Practo Technologies Pvt. Ltd, the most funded homegrown healthcare start-up, posted a more than 10-fold increase in revenue for the year ended 31 March, 2015 while losses increased 30%, signalling the company’s intent to extend its lead over smaller rivals.
Practo’s revenue increased to Rs.29.73 crore in fiscal 2015 from Rs.2.30 crore a year earlier, while the company incurred a loss of Rs.12.85 crore until March, as against Rs.9.88 crore in the year-ago period, according to documents filed with the Registrar of Companies (RoC).
The company’s expenses grew more than three times, from Rs.12.19 crore in fiscal 2014 to Rs.42.59 crore, while revenue grew more than 10 times, which, according to industry experts imply that the company has a stable business model in place.
“Businesses thrive only if revenue grows faster than expenses. Yes, there are losses. But, if revenue grows faster than expenses, at some point in time the company has the potential to become a profitable business,” said Rutvik Doshi, director at Inventus Capital Partners, a venture capital firm.
Employee benefits, which surged three times to Rs.25.8 crore in fiscal 2015, comprised more than half of the firm’s expenses, the documents showed.
Practo did not respond to an email seeking comment.
India is home to at least 140 start-ups in the doctor-booking and practice management software segment, according to Tracxn, a company which provides data on start-ups. Practo is by far the largest in the category, with the company claiming to have about 200,000 doctors, 5,000 diagnostic centres and 8,000 hospitals on its platform.
For instance, smaller rival Qikwell Technologies Pvt. Ltd, which was bought by Practo in September, posted a loss of Rs.3.61 crore on revenue of Rs.51.29 lakh in fiscal 2015, according to RoC filings. Tiger Global Management-backed Lybrate Inc. is another well-capitalized start-up in the segment.
Practo had raised $34 million from institutional investors until March, while Qikwell had about $3 million and Lybrate raised $1.2 million by then.
Practo went on to raise another $90 million in August from leading investors such as China’s Tencent, Belgian venture capital firm Sofina, Google Capital, Altimeter Capital, Sequoia Capital and Yuri Milner, founder of Russian venture capital firm DST Global. Lybrate raised another $10 million in July.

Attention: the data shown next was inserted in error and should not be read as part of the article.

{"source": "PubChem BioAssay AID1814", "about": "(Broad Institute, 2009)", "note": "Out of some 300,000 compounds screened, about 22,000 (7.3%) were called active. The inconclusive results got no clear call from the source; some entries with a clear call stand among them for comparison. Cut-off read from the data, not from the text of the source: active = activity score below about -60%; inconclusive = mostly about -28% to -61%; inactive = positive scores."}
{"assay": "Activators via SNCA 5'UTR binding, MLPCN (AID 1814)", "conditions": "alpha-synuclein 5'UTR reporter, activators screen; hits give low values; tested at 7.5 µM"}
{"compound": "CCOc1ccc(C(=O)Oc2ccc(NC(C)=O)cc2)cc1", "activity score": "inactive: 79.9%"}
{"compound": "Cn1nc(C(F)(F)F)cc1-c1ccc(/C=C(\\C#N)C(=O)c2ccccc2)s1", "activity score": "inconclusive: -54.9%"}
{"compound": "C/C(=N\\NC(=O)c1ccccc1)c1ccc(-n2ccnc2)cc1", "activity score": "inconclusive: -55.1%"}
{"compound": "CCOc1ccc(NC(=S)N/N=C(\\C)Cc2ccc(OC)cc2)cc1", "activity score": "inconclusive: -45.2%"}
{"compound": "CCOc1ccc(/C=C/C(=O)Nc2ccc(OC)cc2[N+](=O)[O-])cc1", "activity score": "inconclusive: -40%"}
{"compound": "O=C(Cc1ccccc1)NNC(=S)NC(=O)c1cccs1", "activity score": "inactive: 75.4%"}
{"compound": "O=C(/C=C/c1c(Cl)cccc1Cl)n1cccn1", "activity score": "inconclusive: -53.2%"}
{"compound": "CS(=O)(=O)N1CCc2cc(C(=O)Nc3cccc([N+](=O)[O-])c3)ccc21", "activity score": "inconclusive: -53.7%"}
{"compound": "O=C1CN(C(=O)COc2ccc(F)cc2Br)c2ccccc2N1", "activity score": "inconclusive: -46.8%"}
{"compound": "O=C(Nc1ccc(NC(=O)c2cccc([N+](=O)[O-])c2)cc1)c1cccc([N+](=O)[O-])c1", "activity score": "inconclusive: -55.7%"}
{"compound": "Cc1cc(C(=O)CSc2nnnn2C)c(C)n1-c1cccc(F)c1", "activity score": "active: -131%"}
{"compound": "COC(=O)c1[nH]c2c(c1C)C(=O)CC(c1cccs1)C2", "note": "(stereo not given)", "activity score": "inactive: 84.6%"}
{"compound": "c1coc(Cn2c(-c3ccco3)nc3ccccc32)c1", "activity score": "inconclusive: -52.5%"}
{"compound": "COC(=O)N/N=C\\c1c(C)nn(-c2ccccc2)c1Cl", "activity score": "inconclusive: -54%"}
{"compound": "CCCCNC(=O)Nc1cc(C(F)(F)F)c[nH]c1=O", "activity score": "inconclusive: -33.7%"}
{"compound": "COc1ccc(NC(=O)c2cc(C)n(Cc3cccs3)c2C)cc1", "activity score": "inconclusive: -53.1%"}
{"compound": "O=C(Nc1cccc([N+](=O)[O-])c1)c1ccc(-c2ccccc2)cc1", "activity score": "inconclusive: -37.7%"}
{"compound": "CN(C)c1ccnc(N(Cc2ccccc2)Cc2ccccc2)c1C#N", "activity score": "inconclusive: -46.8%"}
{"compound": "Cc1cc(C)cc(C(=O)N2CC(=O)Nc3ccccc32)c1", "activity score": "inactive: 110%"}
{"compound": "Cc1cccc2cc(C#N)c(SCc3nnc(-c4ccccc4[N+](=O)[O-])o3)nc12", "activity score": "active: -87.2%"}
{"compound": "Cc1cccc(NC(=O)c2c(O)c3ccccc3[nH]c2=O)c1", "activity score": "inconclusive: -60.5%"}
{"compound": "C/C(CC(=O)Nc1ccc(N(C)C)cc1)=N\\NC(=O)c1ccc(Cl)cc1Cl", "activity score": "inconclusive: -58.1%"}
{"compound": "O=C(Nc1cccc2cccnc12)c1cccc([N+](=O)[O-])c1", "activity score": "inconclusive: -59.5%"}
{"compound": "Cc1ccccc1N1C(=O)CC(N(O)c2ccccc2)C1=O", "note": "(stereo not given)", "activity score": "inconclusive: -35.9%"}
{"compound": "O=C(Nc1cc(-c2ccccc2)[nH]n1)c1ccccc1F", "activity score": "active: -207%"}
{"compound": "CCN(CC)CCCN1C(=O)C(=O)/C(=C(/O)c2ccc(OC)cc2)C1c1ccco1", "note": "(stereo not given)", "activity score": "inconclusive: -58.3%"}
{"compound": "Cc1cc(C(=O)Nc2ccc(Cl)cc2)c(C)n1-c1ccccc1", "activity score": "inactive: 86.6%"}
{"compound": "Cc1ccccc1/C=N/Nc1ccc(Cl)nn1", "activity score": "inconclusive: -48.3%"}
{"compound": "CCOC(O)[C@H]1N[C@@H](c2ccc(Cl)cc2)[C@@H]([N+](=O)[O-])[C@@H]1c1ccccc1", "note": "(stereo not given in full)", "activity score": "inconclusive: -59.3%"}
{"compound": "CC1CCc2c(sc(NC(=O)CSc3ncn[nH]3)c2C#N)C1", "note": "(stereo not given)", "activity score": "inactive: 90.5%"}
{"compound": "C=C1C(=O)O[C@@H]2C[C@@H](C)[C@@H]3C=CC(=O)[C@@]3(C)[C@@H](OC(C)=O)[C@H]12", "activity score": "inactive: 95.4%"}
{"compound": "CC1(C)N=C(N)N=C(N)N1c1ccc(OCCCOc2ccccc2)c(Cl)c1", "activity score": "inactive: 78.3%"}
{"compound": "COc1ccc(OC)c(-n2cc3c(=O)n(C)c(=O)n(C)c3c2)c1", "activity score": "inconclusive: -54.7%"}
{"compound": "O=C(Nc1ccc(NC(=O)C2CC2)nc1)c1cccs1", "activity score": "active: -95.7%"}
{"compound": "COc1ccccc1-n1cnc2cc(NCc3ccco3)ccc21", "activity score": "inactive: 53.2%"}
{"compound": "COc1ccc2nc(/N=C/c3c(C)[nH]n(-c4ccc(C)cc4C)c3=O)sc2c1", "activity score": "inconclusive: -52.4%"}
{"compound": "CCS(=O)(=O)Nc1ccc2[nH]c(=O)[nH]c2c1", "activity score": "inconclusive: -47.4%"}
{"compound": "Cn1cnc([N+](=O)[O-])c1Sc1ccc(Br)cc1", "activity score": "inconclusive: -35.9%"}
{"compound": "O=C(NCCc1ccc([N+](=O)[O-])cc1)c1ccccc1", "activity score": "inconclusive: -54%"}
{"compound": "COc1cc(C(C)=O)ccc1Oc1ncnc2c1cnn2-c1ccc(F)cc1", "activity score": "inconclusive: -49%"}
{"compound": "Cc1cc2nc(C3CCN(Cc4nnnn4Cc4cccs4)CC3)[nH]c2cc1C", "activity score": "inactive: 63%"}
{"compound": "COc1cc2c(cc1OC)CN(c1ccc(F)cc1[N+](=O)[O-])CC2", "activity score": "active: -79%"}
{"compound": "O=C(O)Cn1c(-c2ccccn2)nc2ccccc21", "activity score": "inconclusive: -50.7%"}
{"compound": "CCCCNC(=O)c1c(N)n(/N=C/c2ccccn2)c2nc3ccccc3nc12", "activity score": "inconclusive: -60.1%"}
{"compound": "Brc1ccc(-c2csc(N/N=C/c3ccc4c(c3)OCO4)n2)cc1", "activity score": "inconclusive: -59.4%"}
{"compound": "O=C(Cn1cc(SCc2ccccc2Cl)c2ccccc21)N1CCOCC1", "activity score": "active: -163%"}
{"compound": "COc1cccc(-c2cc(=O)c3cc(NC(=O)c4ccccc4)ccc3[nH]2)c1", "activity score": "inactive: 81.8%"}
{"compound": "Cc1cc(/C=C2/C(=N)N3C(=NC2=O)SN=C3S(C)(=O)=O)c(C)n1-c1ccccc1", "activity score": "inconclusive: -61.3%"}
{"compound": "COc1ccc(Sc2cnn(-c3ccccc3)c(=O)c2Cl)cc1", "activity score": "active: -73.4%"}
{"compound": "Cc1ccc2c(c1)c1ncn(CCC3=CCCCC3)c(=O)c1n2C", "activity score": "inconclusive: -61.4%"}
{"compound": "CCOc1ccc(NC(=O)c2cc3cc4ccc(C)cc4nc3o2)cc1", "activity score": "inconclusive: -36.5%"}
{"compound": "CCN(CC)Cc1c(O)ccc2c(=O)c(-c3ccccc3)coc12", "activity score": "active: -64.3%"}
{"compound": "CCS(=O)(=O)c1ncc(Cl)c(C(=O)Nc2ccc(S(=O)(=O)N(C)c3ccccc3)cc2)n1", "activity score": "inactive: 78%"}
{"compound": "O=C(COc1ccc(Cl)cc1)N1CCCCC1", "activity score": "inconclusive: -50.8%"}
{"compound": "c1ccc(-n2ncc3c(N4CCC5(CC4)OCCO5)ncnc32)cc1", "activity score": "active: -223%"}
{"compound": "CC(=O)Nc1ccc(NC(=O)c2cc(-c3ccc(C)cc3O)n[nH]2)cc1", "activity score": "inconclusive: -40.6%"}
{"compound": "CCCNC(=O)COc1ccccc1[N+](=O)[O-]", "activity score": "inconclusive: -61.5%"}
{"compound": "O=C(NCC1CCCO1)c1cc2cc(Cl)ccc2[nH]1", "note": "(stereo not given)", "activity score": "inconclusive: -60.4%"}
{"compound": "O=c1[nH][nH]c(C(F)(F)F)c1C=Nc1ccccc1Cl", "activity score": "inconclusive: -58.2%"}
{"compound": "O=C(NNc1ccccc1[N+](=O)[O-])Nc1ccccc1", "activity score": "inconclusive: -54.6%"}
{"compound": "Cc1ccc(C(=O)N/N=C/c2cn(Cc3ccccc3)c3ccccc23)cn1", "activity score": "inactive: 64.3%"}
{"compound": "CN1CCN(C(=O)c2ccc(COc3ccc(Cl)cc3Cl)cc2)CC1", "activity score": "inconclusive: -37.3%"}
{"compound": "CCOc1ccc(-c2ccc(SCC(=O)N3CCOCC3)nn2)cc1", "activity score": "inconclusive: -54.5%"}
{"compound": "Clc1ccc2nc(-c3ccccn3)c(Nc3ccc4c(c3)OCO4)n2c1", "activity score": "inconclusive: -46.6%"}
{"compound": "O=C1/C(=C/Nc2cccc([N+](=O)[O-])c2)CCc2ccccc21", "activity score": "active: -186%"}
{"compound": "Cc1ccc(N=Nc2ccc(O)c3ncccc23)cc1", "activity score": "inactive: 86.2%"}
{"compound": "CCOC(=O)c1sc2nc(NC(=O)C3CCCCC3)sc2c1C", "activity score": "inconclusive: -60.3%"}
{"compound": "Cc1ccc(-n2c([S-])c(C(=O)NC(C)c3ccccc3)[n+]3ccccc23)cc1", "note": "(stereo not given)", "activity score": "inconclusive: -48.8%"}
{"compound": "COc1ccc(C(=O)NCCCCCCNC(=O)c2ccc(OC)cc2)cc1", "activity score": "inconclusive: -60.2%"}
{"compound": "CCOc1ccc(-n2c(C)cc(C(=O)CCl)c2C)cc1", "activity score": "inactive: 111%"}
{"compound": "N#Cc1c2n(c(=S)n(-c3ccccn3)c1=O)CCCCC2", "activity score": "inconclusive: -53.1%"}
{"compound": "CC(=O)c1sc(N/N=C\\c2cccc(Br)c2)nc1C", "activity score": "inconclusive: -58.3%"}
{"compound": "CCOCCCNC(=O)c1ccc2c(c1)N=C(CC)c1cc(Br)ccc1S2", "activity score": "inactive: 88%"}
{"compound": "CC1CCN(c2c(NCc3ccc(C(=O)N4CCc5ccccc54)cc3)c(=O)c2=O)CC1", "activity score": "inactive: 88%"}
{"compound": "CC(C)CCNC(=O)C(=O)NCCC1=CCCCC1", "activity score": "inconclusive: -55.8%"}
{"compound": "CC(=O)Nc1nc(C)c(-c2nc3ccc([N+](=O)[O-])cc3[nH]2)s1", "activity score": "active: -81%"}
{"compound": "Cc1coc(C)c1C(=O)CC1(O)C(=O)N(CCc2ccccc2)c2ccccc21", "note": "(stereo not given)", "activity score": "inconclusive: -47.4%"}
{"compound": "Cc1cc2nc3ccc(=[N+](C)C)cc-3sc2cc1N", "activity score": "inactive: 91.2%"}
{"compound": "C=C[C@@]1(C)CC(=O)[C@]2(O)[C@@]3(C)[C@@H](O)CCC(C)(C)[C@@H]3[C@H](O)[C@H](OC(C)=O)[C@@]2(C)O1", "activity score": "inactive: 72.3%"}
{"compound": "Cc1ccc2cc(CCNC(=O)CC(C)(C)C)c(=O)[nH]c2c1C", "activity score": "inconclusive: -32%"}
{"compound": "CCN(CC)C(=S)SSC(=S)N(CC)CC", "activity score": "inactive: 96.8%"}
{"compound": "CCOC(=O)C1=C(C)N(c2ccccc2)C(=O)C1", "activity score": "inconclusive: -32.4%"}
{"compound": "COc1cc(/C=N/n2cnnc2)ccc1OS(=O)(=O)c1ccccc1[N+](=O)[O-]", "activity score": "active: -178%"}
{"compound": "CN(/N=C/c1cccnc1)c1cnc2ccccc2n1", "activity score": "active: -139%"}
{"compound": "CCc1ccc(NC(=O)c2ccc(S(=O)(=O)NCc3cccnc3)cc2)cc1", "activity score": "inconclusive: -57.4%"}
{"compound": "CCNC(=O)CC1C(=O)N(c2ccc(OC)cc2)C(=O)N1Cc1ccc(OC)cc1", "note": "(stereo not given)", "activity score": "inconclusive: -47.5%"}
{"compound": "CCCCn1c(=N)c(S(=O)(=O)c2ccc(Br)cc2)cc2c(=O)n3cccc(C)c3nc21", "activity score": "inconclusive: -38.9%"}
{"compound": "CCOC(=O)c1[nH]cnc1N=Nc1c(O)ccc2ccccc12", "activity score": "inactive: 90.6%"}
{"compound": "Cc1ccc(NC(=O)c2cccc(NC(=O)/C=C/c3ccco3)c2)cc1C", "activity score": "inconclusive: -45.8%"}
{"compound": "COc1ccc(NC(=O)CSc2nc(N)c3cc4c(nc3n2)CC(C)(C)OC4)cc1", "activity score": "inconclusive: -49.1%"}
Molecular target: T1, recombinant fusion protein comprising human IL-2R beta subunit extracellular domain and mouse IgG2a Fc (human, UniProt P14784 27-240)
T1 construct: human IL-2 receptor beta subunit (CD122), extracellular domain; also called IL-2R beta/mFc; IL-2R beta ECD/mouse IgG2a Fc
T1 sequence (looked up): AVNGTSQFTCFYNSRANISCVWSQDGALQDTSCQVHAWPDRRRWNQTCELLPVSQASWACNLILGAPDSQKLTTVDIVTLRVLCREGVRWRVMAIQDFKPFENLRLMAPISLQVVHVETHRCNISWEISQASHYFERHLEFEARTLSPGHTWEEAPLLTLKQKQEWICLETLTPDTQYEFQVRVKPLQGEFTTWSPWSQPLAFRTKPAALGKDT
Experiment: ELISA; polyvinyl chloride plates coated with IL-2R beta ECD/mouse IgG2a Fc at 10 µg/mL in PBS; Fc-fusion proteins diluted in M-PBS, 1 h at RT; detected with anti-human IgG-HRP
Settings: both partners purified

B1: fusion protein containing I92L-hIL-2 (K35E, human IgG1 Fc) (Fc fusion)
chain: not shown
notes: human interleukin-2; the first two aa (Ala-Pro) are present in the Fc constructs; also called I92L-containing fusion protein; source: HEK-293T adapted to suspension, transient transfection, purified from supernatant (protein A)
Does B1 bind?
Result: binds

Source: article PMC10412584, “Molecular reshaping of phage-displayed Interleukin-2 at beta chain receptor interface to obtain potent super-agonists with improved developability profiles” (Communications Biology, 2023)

Experts believe that losses may surge in the near future, given that Practo has invested in multiple acquisitions, besides spending on international expansion, launching more categories and brand promotion since April. It entered the beauty and wellness segment in early December by aggregating spas, salons and fitness centres.
“In the short term, I would expect the expenses to balloon. It makes sense to pump in a lot of money at this juncture and capture the adjacent markets. In a year or two, they can again accelerate and the cost will be recovered,” said Doshi.
Practo, which was founded in 2008 by Shashank N.D. and Abhinav Lal, started out as a product firm, providing practice management software for doctors on a software-as-a-service model. Called Practo Ray, the product remains the key revenue generator for Practo. The firm also earns revenue from Practo Reach, a sponsored listing service for hospitals and clinics. It does not charge doctors for listing on Practo, while searching is free for consumers.
To be sure, Practo had acquired hospital information management solution provider Insta Health Solutions for $12 million in September in an attempt to boost revenue. At the time of the acquisition, Insta Health Solutions had over 500 hospitals as clients in 15 nations across South-east Asia, West Asia and Africa using its information management software.
Its acquisition of Qikwell, which has expertise in appointment scheduling at hospitals, helped Practo penetrate deeper into the enterprise segment, especially hospitals, clinics and diagnostic centres. Additionally, Practo had acquired product outsourcing firm Genii in July and Delhi-based health and fitness solutions firm Fitho Wellness Services Pvt. Ltd in April.